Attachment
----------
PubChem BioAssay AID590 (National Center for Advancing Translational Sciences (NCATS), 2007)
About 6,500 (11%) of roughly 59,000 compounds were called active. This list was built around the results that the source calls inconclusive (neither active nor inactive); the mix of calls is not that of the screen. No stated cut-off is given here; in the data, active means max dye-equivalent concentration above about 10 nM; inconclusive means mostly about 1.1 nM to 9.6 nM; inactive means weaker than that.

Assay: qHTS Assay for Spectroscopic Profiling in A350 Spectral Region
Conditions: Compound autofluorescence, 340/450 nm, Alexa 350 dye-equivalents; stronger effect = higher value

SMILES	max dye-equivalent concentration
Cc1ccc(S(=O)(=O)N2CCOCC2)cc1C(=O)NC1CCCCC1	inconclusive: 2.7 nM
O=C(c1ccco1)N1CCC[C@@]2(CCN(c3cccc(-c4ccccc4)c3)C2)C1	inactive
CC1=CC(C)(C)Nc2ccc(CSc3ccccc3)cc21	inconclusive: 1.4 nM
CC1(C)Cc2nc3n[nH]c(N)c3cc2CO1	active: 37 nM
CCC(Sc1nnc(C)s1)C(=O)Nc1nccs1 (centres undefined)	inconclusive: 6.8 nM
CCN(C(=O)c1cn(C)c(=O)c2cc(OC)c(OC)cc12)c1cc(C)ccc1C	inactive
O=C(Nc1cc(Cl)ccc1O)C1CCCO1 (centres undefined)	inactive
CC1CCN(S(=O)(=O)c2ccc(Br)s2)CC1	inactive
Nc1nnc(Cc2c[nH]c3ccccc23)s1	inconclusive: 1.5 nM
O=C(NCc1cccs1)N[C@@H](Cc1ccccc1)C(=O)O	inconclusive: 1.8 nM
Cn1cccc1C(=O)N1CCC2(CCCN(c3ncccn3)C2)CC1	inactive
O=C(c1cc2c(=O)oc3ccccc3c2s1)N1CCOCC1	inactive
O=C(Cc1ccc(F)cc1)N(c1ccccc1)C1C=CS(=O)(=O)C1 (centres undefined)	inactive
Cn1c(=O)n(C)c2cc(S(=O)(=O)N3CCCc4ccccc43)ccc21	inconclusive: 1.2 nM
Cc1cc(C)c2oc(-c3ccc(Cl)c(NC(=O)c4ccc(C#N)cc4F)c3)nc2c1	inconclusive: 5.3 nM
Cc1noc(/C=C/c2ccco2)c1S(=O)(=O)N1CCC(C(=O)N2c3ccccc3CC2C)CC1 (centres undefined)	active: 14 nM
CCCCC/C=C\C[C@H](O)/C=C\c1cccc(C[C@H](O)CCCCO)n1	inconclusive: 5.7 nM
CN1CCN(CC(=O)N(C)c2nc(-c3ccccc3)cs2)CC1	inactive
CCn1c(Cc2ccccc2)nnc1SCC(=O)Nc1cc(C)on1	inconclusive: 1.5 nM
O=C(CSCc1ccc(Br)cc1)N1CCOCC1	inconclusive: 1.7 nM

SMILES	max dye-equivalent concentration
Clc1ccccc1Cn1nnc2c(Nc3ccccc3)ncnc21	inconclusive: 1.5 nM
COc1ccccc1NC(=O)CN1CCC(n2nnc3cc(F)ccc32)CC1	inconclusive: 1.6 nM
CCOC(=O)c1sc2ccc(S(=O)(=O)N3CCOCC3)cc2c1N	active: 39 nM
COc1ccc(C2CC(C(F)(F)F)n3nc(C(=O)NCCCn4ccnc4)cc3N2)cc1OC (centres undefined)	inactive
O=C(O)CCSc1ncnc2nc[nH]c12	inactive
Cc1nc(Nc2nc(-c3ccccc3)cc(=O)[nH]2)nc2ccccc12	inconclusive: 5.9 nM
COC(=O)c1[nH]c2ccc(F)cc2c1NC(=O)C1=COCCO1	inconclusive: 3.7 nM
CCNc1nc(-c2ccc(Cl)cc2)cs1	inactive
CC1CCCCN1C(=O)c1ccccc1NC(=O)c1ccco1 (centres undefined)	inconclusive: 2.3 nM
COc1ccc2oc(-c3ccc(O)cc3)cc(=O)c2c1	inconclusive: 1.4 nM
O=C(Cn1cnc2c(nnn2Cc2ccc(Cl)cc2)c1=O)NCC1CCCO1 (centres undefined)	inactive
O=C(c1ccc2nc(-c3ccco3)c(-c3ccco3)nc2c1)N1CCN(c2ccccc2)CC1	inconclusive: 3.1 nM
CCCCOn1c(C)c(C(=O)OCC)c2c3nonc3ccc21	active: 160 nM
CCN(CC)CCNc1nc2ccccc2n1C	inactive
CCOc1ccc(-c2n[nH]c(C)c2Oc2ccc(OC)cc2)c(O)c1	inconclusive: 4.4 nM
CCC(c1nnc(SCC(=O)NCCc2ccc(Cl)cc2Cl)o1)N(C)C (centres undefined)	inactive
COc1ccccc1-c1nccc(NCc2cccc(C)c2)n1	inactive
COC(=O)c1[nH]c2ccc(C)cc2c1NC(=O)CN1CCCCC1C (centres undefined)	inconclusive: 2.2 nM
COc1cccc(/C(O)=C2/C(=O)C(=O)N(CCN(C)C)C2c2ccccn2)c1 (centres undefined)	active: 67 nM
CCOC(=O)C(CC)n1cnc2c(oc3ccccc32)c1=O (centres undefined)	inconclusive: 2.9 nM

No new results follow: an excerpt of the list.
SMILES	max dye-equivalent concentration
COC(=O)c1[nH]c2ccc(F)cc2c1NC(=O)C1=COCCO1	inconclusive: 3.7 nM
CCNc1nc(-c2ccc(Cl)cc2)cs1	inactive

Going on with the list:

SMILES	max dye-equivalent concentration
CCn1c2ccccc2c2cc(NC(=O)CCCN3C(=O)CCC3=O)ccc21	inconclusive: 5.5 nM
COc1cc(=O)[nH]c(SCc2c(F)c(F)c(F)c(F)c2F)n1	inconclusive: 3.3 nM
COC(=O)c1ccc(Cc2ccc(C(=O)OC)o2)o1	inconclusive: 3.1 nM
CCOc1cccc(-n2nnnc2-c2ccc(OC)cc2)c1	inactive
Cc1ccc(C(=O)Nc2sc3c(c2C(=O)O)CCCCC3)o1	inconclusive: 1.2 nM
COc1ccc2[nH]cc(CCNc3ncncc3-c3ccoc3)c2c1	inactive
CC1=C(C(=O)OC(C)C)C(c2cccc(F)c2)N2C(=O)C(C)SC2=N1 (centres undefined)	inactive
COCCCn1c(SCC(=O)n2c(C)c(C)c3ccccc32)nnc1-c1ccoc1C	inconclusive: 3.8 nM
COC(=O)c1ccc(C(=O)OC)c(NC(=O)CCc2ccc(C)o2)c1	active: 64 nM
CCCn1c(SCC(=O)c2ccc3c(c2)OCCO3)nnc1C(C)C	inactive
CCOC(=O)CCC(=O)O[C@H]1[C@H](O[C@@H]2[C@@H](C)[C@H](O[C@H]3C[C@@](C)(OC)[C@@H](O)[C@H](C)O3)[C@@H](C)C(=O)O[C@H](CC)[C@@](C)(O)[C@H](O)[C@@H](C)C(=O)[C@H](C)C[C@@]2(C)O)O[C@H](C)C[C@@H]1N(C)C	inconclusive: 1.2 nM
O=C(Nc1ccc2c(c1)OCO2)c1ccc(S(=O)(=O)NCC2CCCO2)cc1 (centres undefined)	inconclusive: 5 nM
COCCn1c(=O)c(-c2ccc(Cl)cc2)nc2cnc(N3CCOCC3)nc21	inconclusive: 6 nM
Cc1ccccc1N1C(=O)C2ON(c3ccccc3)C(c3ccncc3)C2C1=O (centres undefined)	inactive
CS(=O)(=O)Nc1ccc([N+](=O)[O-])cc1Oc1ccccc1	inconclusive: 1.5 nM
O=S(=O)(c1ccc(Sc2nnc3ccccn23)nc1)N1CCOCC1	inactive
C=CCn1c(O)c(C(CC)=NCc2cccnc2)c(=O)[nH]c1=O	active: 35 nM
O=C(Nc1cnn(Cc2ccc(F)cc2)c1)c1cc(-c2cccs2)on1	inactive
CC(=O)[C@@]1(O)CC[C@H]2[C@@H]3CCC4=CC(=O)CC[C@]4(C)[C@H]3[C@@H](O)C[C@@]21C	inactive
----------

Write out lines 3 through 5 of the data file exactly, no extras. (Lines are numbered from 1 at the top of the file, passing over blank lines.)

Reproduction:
Assay: qHTS Assay for Spectroscopic Profiling in A350 Spectral Region
Conditions: Compound autofluorescence, 340/450 nm, Alexa 350 dye-equivalents; stronger effect = higher value

SMILES	max dye-equivalent concentration